I haven’t been in London since 1993. And it has changed just like everywhere else. Seems more claustrophobic then I remember. The skyline is a chessboard of old and new buildings. A host more glass and steel structures that I like and not.
Maybe those old memories are now regulated to the depths of my subconscious. Transformed into veiled illusions. Snippets to be recalled for comparisons.
Last month, September marked module two in our study abroad program. I facilitated the learning of our introduction to tourism class. There we learned the breadth and depth of tourism, some of the most important concepts and theories. Stressing how important it is that we in the industry craft a memorable experience.
Only a few memories stand out from my first visit to London. A nice chap that did our
tour of the Tower. He wasn’t one of the Beef Eaters, but a tour guide with a black bowler and black coat. That is all I remember, except the crows and some of the tower itself. I know I saw the crown jewels, but can’t recall individual pieces. Sparkle, nothing more.
Returning this past fall, it is like a bright shiny penny. All new and glistening, beckoning to be claimed. I set out for traitor’s gate, then the medieval apartments, and finally the White Tower to see the armor and examples of weaponry. All for research and references for my writing. And it struck me how tourist have changed. How behavior has changed.
Everyone jockeying for that perfect position for a selfie. Navigating through the apartments with several tour groups, wall to wall people. I don’t remember it being this crowded last time. Definitely not the technology. Back then it was analog, or SLRs, no cell phones or DLSR.
This time it was about movement. Moving quickly through the landscape, gain as much information as possible before moving on to the next. I was caught up when I wanted to spend hours. Hours to examine and study, both cultural assets and the people who populated the attraction. But I couldn’t. I couldn’t enjoy the Tower as I wanted, caught up in the flurry. Move, move, move and move again.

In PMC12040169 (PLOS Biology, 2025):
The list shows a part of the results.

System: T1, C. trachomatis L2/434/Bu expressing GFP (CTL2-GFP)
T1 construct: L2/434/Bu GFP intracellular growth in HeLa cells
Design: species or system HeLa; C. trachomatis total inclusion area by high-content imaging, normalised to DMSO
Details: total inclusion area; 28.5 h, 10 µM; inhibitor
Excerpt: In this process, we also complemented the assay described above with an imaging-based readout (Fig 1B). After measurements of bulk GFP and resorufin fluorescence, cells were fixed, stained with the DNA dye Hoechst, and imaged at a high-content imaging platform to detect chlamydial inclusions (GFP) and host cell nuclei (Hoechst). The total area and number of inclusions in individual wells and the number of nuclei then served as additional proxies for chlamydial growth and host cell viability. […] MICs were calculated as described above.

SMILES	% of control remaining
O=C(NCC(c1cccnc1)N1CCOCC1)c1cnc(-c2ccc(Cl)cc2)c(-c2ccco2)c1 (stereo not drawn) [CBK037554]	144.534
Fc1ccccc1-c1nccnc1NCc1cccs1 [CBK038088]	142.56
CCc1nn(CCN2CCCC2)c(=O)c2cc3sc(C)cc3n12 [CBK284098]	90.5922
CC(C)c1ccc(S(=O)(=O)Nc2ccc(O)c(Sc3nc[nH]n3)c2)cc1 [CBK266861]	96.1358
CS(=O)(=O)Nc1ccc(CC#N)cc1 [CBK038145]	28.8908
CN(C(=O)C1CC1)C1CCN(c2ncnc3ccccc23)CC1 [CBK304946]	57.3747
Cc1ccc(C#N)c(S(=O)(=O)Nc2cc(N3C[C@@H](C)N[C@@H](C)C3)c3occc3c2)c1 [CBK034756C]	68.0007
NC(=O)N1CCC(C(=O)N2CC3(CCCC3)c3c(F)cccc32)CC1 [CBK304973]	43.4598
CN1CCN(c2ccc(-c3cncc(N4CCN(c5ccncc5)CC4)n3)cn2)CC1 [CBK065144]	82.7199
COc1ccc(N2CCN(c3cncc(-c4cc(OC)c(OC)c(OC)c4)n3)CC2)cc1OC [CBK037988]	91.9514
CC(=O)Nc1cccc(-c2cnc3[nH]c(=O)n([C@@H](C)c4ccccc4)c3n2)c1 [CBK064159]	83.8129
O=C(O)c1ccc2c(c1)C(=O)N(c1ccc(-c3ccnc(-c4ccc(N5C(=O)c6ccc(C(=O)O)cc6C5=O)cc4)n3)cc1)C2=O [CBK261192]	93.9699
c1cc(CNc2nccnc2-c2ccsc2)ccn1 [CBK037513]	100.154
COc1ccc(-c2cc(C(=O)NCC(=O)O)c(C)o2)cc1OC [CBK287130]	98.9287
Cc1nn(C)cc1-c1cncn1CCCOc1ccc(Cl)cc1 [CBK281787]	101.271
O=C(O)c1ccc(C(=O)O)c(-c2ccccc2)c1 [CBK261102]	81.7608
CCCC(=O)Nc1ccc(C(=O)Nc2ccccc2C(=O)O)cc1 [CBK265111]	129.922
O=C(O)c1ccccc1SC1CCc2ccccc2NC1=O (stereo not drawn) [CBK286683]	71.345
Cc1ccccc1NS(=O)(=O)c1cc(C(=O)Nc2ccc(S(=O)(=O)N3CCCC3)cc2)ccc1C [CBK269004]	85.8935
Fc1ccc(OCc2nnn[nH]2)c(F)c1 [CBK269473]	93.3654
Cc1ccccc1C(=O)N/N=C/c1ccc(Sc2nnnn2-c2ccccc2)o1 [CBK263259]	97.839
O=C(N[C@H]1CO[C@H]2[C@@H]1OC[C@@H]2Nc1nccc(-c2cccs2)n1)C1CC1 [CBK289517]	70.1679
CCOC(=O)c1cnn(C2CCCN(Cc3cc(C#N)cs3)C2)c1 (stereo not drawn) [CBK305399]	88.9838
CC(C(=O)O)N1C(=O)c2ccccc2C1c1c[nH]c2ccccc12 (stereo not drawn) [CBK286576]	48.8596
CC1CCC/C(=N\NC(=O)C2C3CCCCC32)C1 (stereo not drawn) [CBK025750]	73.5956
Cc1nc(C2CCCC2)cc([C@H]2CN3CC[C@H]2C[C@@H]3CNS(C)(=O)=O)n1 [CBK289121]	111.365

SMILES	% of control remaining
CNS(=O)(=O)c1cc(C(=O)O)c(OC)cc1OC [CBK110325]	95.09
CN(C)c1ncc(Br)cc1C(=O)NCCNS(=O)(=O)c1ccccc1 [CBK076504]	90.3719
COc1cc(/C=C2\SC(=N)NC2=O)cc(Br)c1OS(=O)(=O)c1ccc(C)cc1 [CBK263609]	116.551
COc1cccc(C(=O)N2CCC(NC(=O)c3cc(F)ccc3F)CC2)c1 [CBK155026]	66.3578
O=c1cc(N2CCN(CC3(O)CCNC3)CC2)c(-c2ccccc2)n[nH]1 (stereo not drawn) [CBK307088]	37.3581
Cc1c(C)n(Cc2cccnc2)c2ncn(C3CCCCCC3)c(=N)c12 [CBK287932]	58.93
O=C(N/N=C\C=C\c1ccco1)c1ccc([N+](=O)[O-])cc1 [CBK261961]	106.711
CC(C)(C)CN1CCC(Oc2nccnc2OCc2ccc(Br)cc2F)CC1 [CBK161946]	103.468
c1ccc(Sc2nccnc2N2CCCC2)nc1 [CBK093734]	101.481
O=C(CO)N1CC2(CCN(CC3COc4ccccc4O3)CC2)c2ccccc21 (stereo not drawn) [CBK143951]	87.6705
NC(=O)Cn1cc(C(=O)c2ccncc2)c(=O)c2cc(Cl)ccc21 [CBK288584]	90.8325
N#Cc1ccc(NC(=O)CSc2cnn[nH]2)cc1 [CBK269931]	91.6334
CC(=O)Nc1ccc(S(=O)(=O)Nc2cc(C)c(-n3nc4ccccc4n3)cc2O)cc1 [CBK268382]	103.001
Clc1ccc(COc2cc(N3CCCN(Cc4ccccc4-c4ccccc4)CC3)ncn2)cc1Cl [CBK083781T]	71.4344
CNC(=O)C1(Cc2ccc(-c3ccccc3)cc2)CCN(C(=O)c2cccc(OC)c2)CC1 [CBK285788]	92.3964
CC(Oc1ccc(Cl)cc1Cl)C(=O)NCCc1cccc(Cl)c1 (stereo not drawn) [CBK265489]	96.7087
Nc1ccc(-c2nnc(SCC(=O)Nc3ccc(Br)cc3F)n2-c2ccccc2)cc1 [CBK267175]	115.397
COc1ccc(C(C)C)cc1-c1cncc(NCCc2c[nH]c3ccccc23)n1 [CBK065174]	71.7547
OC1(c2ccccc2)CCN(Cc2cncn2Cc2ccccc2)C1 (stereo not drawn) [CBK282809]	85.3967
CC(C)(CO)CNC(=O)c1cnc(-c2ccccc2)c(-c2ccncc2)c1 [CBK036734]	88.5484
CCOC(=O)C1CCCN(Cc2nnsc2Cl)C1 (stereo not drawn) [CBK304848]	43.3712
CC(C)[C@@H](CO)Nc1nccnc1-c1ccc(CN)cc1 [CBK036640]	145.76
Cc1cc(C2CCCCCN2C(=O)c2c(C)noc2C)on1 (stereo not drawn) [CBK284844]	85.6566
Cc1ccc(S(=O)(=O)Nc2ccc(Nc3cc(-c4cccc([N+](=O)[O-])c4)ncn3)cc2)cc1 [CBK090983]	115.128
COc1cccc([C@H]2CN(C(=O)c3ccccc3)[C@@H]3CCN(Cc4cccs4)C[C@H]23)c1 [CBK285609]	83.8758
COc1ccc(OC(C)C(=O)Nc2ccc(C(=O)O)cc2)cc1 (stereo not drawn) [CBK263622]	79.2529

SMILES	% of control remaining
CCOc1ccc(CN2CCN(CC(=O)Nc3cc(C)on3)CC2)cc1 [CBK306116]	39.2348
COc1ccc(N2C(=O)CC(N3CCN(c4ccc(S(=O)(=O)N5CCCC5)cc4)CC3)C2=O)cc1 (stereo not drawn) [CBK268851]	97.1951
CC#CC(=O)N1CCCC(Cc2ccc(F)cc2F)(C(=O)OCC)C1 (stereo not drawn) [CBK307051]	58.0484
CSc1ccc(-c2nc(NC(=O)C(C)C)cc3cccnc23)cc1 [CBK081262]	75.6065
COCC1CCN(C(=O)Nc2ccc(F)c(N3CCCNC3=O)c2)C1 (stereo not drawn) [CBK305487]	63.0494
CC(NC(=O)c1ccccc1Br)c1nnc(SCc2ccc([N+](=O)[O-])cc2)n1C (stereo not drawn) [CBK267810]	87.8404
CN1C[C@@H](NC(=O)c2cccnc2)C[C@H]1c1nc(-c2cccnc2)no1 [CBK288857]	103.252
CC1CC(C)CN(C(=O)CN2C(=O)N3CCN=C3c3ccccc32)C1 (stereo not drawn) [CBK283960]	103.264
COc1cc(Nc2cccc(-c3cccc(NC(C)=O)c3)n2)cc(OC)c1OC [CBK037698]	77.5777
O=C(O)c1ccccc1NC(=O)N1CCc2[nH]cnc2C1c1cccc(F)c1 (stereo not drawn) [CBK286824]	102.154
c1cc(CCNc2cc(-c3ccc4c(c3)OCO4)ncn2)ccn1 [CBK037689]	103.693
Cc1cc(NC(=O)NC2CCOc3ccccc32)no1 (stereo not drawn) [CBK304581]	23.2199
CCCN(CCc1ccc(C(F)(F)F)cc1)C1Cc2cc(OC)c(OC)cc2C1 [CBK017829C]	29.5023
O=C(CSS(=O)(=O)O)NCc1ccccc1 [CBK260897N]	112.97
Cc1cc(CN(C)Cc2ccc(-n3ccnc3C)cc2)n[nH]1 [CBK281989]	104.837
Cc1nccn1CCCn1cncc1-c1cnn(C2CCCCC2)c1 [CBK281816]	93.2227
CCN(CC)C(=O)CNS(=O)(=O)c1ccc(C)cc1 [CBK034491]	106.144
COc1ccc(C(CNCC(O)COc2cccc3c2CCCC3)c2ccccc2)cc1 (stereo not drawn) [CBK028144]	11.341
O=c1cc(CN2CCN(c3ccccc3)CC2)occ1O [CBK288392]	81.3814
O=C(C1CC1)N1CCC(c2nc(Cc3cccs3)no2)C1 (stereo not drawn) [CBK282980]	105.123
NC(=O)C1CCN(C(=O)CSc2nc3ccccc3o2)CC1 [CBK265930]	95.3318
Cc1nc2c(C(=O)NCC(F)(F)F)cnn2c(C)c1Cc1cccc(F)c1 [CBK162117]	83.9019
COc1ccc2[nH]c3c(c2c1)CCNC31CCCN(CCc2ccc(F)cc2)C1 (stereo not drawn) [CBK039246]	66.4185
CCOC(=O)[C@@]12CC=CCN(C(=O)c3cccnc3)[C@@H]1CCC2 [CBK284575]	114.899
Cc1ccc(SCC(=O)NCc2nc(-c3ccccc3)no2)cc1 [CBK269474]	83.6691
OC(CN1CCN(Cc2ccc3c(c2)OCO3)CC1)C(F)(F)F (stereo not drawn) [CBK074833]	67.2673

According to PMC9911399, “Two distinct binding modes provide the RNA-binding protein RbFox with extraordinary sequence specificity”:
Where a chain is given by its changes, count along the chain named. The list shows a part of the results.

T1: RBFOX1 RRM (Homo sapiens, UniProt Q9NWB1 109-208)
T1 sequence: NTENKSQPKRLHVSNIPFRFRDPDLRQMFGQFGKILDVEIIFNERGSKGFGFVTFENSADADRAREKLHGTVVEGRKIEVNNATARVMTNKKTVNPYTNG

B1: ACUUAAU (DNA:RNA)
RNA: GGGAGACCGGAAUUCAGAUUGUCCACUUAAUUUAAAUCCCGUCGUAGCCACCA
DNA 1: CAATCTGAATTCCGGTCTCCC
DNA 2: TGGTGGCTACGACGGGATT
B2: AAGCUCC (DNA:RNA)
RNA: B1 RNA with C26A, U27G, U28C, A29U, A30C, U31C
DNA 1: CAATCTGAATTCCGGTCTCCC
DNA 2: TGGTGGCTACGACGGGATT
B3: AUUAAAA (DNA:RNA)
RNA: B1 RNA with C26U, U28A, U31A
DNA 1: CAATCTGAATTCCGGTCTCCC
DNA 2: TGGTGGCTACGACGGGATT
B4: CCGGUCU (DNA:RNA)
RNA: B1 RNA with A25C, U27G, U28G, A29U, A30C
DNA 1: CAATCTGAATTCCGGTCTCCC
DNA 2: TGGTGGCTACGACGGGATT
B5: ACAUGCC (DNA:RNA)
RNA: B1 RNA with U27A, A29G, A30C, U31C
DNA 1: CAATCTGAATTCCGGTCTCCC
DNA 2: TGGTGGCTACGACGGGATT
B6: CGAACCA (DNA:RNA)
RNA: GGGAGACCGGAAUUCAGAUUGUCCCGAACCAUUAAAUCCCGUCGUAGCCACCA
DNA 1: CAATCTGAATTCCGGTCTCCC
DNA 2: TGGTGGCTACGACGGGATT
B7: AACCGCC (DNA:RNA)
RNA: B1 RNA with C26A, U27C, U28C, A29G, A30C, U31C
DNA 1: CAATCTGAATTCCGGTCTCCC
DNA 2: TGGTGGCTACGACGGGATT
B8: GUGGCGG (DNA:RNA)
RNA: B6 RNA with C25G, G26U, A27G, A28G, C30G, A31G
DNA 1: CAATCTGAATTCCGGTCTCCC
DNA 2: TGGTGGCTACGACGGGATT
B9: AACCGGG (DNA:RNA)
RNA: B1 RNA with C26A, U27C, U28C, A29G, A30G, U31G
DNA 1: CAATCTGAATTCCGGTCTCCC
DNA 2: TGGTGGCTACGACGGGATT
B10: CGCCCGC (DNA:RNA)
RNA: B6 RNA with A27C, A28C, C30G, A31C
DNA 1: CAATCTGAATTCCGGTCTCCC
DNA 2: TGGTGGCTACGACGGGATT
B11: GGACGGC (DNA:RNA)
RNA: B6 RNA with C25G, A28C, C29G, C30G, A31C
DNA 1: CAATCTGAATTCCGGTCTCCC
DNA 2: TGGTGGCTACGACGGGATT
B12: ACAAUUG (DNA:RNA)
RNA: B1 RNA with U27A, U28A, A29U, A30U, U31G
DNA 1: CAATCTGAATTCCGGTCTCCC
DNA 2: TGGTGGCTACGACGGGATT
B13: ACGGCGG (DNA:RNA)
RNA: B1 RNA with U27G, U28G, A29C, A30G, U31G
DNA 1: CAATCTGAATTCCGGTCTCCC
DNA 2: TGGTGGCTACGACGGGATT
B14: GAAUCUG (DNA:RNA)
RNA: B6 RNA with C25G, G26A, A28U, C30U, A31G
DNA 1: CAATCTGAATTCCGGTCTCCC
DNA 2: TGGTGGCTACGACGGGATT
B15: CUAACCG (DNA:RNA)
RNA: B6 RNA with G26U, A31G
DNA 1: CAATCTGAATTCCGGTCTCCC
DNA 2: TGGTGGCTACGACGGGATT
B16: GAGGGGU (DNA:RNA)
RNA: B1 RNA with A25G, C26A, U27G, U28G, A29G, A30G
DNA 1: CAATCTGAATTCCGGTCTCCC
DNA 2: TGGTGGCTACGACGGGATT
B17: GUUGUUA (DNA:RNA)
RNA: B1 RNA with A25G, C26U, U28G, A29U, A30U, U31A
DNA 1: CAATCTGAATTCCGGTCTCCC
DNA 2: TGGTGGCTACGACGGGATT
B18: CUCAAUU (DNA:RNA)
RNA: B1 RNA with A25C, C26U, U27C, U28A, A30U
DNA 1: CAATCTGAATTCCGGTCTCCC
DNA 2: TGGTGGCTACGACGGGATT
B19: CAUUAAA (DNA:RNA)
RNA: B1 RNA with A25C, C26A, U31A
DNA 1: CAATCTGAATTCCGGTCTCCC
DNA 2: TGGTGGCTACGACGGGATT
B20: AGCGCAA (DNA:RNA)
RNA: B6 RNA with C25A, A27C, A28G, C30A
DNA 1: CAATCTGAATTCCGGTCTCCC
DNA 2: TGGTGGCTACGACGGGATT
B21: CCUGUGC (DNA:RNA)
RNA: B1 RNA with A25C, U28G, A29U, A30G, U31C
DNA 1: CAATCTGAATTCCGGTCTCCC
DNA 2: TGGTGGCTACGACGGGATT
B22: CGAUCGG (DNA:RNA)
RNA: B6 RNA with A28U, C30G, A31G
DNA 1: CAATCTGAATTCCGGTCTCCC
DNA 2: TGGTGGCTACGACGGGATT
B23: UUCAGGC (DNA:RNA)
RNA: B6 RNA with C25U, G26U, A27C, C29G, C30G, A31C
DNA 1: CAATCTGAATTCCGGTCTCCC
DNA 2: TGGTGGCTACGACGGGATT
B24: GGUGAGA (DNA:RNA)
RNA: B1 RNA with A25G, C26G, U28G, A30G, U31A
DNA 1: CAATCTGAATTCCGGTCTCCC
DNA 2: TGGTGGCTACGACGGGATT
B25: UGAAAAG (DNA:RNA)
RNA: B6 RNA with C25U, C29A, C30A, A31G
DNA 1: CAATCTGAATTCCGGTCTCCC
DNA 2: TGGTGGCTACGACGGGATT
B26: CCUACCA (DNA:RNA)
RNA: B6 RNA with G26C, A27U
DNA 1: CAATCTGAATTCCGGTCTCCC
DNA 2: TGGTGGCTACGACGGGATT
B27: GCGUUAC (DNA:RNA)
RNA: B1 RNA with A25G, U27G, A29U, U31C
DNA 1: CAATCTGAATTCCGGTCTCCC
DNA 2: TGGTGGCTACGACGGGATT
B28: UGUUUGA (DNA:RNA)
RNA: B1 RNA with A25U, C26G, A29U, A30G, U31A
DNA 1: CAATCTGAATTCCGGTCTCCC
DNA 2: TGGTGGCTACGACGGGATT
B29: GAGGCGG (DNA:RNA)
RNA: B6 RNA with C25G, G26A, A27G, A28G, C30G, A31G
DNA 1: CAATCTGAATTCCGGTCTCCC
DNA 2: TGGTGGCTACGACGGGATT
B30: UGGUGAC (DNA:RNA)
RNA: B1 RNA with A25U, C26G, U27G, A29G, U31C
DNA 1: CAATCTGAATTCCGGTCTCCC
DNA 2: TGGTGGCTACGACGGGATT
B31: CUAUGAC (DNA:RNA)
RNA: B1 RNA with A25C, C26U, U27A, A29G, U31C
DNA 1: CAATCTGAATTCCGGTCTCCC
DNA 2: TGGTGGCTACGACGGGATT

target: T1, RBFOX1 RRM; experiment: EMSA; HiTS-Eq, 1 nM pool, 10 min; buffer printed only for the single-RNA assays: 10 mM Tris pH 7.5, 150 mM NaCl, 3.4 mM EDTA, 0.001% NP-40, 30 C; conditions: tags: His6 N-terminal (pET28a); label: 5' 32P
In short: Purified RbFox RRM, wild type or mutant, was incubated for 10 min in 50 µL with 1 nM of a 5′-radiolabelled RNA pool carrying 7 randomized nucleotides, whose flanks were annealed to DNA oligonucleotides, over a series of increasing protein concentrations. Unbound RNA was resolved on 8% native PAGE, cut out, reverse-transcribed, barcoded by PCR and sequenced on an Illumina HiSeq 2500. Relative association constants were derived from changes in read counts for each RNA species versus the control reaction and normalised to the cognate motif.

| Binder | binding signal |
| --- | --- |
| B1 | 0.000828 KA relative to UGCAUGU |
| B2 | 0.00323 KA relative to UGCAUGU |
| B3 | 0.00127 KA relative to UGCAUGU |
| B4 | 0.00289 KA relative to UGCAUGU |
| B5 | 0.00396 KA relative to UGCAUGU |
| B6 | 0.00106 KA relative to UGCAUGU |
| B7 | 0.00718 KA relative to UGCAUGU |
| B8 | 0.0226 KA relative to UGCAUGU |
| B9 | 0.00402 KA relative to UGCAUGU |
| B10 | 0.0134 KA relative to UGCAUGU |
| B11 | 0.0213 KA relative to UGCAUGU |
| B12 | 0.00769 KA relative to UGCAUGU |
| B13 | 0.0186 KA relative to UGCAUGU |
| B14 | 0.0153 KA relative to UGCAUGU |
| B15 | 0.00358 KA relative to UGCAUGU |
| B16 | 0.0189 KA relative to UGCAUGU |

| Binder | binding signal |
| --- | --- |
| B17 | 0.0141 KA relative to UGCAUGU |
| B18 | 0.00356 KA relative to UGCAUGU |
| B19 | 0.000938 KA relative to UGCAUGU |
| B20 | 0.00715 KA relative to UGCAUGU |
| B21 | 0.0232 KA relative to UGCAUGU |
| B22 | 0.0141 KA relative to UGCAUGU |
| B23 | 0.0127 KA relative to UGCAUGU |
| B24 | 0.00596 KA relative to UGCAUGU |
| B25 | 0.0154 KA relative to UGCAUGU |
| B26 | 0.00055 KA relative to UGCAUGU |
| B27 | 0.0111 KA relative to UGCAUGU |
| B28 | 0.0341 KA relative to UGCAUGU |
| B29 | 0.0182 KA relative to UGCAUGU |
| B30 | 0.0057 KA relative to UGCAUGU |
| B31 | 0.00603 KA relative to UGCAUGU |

Tourism has changed in the last twenty-five years.
Do tourist really see what they are looking at? Do they know their history or the meaning behind the attraction? Do they take the time in the place to understand and talk to the guides? Do they appreciate what they are viewing? How important the structure is to our cultural heritage, our past, our present and our future? Or has these attractions come to mean something else?
That is what I cover in module 3–tourism, culture and place. Tourism’s effect/affect on destination, the host-guest relationship and their impact on place. Cultural tourism is one of the reasons people travel to places. It pulls and tugs at you to make a choice, and move. It may be the only reason. For instance, ancestral tourism. The want and need to find those places associated with our ancestors, our parents, grandparents, great-grandparents. Answers the age-old question–Where do we come from? Who are we? What were they like?
Concepts discussed include authenticity, culture, identity, place, place attachment, place dependency, sense of self, sense of belonging, etc. A lot to cover in just three and half weeks. I traveled to London for two reasons, well three. I wanted to see the city again and what it looked like now. I wanted to visit key heritage sites for my writing research, and finally, I wanted to see the places associated with my genealogy research. The Tower is just one because I have may or may not have a link back to William the Conqueror (apparently my 27th Great Grandfather).
So, London holds this place of interest for me now. Or maybe it is the type of place. Not just the destination. Maybe my choices, my needs and wants have shifted to something more. It happens throughout our lifetime. I see London in a different light. Every trip will be different because of the variety of choices. But the mainstay for me at least is the history in one form or another. The cultural heritage of the place.